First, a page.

4. Semana Santa

  • Location: Seville, Spain
  • When: March/April

The Andalucía city of Seville is host to Semana Santa (Holy Week), one of the most spectacular and elaborate of the Easter festivities. There is a great deal of emotion on display during the festival, along with intricately crafted baroque religious statues paraded through the streets and large processions of Easter brotherhoods in traditional robes (with their pointed, vaguely sinister-looking hoods). Although the atmosphere is usually rather sombre, there are moments of lightness, too, as well as plenty of feasting. If you’re after a raucous romp, this probably isn’t the festival for you, but from an artistic and cultural perspective, it’s fascinating and hard to beat.

5. Boryeong Mud Festival

  • Location: Boryeong, South Korea
  • When: July

First staged in 1998 The Boryeong Mud Festival is a fairly new festival celebrated in the coastal town of Boryeong, South Korea. It was originally conceptualized to provide PR for a range of cosmetics created using the nutrient-rich mud from the area but the festival quickly became Korea’s most popular summer festival. Now, Boryeong Mud Festival is just a great excuse to get down and dirty and have some fun. Each year festival goers head to Daecheon Beach for rocking live music, a wade in the nutrient-rich mud and for a chance to try out various mud-related health and beauty products and services. Immerse yourself in nutrient-rich mud at the mud pool, slip down the mud slide or embrace your artistic side by body painting with colored mud, make your own mud soaps and challenge yourself on the mud maze obstacle-course.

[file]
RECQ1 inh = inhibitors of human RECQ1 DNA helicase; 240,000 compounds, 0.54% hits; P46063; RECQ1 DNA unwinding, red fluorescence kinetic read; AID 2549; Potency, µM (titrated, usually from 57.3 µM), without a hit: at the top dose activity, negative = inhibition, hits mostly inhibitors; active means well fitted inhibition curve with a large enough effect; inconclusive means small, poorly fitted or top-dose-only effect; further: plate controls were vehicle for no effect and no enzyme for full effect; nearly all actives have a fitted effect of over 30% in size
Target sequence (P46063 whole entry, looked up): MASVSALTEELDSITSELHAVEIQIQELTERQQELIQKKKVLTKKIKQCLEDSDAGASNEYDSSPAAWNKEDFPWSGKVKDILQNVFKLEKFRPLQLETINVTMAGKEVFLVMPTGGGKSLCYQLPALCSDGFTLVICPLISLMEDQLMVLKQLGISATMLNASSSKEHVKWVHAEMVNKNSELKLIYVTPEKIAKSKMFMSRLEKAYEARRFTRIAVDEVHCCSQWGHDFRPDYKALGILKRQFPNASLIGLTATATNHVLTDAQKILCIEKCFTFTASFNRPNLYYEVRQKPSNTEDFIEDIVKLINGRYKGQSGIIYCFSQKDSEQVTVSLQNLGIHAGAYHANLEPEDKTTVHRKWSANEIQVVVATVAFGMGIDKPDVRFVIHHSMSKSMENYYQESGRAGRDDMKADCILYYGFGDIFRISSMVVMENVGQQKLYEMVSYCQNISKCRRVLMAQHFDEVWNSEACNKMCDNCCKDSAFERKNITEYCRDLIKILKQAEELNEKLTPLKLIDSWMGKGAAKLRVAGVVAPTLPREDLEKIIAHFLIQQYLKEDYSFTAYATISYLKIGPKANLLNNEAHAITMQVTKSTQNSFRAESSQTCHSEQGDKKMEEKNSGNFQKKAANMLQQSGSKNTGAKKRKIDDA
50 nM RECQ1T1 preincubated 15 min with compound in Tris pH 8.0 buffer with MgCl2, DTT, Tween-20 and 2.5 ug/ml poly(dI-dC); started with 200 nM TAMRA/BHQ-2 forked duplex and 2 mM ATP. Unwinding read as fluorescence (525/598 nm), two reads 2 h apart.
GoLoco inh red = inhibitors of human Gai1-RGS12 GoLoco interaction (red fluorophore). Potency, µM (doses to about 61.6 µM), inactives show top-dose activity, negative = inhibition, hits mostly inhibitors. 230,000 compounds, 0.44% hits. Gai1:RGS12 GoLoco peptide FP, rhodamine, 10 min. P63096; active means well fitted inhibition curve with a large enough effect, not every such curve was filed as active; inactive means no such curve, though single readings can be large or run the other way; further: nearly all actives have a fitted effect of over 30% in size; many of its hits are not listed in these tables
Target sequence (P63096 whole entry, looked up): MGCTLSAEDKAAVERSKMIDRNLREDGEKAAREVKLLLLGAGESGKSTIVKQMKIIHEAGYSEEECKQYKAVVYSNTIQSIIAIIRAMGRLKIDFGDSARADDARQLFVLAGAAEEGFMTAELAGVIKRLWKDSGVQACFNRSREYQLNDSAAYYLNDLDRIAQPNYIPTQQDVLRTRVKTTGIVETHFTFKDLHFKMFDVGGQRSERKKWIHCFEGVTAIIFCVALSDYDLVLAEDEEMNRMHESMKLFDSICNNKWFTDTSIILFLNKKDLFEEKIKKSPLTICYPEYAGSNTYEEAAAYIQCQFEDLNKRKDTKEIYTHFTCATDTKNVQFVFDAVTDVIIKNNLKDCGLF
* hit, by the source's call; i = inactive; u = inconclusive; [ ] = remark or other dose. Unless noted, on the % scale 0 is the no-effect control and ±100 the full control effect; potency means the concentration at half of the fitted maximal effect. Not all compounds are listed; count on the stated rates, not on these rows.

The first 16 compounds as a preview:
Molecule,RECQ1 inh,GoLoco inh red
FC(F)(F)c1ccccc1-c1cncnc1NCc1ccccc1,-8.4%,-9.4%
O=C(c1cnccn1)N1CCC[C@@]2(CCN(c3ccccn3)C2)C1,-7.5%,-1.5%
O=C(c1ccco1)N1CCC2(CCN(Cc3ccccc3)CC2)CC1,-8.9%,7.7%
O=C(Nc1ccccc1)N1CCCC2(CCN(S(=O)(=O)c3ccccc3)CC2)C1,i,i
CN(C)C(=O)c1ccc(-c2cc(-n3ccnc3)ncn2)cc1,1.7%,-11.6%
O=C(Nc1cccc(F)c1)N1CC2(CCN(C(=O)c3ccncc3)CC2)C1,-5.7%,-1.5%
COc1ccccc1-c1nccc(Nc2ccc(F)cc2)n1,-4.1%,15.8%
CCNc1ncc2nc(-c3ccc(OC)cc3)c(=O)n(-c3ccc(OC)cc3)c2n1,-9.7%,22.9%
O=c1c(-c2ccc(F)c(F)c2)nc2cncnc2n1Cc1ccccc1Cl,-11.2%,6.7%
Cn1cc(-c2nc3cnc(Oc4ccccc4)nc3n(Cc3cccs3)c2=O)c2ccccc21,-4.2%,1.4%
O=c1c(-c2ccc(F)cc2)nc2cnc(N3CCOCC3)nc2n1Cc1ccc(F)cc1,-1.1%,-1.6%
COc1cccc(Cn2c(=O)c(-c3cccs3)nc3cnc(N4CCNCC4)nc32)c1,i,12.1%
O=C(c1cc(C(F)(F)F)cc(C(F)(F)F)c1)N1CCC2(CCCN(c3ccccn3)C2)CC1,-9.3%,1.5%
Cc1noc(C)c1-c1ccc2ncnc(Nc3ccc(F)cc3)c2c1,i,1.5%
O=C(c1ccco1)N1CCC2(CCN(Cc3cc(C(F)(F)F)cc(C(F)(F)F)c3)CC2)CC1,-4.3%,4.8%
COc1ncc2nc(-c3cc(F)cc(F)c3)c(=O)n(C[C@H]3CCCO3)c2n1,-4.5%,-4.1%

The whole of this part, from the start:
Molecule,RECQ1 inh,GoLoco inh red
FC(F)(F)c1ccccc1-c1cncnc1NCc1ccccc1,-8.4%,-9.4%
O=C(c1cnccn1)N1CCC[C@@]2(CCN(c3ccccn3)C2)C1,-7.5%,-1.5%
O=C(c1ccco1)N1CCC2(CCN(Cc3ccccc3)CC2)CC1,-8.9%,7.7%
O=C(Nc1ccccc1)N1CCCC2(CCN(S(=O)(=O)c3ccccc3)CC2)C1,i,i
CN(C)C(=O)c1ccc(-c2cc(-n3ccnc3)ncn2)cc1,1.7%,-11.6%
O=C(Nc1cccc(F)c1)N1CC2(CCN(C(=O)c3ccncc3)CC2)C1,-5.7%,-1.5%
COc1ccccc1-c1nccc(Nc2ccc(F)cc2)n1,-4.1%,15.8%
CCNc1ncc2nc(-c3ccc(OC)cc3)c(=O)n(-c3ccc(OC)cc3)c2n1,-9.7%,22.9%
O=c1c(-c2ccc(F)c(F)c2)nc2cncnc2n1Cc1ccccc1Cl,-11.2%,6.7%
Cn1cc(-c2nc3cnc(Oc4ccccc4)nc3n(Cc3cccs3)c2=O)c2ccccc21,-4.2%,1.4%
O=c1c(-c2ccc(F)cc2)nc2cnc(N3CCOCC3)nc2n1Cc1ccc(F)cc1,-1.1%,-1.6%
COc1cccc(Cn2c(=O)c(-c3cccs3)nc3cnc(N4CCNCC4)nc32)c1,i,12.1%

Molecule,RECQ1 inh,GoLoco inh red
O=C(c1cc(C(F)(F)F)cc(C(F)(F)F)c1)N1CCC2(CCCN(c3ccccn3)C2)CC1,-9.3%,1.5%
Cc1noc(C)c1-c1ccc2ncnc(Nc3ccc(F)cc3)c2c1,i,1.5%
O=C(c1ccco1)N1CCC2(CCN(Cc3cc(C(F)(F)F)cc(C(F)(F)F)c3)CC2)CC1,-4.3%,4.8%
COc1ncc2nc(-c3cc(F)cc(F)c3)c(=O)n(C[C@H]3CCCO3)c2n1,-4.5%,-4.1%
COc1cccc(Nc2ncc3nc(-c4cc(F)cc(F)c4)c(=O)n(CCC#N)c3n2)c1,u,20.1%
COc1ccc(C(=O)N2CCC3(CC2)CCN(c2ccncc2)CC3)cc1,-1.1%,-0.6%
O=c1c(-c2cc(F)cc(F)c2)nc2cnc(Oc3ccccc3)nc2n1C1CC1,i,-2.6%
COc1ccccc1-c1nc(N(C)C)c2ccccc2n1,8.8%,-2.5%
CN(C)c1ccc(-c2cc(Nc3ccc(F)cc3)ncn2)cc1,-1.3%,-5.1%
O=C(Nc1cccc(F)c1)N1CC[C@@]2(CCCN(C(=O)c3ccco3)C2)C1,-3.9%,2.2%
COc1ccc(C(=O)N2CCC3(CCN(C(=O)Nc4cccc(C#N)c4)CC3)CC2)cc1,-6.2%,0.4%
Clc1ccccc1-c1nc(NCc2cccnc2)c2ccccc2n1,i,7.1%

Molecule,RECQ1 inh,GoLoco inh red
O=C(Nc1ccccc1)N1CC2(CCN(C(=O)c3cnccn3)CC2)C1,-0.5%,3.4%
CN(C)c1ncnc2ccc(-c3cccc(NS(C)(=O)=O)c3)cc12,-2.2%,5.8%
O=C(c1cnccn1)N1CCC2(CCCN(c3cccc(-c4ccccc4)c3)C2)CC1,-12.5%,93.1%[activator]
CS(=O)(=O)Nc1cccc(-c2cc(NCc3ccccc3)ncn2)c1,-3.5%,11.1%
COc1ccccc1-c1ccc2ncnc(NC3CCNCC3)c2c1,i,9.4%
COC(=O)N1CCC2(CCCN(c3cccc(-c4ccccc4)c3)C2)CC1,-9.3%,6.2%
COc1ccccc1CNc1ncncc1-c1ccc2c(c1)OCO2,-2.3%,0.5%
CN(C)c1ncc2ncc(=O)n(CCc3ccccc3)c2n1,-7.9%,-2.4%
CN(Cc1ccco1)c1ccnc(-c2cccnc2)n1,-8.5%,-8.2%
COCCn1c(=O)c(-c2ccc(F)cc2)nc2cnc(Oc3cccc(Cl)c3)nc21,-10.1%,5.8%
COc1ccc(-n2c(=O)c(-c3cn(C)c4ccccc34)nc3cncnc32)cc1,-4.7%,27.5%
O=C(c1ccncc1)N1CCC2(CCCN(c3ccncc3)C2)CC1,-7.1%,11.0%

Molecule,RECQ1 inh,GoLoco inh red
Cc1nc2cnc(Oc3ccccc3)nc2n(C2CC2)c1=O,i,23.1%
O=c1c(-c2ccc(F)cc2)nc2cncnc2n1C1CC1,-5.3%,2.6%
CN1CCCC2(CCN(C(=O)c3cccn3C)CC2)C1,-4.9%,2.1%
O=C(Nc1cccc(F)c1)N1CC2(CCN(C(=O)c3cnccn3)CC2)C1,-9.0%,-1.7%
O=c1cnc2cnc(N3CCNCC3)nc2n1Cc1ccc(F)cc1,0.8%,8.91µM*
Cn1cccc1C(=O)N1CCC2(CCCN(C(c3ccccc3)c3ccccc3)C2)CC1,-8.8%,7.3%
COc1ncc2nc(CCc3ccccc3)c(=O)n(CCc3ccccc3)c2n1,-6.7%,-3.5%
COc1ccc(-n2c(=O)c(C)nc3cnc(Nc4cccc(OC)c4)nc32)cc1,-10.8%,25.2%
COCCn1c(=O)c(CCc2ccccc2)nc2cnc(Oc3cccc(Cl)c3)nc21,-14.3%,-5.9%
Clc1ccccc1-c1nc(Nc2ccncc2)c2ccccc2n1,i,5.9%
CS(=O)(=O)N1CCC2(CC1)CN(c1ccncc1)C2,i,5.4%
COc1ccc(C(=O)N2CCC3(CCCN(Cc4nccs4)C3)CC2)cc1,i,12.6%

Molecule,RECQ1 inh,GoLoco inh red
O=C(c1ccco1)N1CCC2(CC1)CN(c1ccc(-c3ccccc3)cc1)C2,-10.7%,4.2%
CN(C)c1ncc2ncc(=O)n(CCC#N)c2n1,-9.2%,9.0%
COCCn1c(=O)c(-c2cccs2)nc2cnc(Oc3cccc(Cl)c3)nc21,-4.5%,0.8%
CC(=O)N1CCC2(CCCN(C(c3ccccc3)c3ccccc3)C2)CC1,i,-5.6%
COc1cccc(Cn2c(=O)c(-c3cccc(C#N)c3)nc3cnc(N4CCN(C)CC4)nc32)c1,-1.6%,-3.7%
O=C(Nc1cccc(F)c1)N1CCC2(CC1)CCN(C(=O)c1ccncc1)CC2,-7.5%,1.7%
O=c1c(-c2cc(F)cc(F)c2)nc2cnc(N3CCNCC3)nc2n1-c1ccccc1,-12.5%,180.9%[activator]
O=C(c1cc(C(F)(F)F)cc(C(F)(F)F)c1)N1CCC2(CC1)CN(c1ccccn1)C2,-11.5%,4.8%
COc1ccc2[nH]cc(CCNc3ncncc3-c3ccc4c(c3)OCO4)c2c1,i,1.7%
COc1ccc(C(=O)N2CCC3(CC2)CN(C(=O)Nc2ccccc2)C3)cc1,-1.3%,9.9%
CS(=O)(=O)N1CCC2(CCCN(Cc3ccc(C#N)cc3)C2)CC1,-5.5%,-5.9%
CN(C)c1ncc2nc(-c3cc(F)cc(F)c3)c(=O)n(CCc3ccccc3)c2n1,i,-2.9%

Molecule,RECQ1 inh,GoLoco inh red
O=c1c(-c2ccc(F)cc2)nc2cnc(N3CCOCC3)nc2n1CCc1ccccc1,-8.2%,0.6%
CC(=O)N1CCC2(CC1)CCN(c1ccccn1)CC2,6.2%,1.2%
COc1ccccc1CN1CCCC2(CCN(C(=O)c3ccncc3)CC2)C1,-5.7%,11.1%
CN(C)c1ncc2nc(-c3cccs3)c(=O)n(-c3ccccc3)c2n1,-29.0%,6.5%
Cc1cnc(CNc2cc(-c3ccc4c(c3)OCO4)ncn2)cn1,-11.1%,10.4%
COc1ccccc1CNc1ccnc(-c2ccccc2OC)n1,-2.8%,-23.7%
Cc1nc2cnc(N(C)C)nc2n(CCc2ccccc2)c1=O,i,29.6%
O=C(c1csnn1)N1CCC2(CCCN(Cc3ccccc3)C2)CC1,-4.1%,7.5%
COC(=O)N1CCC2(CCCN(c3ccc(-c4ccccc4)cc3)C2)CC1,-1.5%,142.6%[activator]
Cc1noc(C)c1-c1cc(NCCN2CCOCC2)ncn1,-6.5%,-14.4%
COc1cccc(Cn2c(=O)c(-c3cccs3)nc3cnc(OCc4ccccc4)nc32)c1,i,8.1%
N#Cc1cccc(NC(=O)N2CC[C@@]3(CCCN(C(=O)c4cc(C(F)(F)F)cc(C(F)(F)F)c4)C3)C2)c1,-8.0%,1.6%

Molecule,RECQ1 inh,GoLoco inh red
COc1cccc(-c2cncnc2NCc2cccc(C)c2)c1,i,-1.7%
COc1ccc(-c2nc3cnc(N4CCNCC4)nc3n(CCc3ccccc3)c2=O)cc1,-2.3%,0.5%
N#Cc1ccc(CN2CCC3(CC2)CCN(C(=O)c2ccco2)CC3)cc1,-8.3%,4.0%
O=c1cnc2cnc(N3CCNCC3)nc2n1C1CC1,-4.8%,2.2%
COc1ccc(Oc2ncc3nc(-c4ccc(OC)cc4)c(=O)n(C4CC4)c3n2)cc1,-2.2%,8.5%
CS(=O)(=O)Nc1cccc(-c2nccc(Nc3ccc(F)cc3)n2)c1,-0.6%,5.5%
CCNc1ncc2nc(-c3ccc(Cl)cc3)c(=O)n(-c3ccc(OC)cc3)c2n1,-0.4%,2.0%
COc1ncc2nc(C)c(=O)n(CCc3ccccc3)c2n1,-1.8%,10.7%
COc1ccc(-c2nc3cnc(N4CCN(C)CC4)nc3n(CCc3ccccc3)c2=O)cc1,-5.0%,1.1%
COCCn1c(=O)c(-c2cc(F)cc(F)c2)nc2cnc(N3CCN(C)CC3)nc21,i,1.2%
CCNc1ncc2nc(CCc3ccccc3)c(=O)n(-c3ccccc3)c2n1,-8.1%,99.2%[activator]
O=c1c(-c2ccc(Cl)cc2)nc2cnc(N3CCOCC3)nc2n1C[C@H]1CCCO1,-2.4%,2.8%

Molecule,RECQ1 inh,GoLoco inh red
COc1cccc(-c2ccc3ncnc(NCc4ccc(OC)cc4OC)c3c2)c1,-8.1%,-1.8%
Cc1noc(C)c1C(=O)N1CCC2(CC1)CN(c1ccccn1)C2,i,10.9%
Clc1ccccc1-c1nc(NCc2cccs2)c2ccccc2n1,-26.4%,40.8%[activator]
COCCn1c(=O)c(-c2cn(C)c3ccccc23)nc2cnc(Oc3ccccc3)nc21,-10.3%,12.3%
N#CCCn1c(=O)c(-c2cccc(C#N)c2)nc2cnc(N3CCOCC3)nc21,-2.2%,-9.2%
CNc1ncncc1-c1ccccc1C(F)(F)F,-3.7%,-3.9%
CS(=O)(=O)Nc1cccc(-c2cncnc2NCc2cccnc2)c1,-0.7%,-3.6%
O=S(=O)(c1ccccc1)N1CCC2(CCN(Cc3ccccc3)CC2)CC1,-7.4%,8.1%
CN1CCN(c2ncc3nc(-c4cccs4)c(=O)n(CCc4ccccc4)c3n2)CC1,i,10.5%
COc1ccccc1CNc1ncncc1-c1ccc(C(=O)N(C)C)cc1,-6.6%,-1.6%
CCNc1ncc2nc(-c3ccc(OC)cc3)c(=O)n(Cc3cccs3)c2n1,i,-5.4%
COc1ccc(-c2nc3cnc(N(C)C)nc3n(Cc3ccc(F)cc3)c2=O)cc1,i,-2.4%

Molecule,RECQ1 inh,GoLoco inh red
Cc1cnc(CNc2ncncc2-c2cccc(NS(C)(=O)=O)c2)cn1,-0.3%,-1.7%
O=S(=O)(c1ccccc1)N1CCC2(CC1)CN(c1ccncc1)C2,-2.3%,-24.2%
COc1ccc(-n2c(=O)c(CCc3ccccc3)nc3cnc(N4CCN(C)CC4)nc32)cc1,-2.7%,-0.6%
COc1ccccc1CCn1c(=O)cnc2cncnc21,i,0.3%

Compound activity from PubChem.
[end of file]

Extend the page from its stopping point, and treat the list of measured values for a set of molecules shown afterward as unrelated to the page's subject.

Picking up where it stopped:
6. Albuquerque International Balloon Festival

  • Location: Albuquerque, USA
  • When: Early October

The Albuquerque International Balloon Fiesta is the largest annual international event held in the US. For more than four decades, the first or second week in October has ushered in the magical moving picture show of colorful hot air balloons gliding through the crisp fall air. From its modest beginnings in the 1970s at a mall parking lot with less than 15 hot air balloons, the Balloon Fiesta has steadily grown to become the largest ballooning event in the world. With nearly 600 beautifully colored balloons being launched annually, Albuquerque International Balloon Fiesta is one of the most photographed happenings on Earth. Laser light shows, fireworks, live band performances and interactive education complete the magic at Balloon Fiesta and ensure that there’s something fun to do or see for everyone.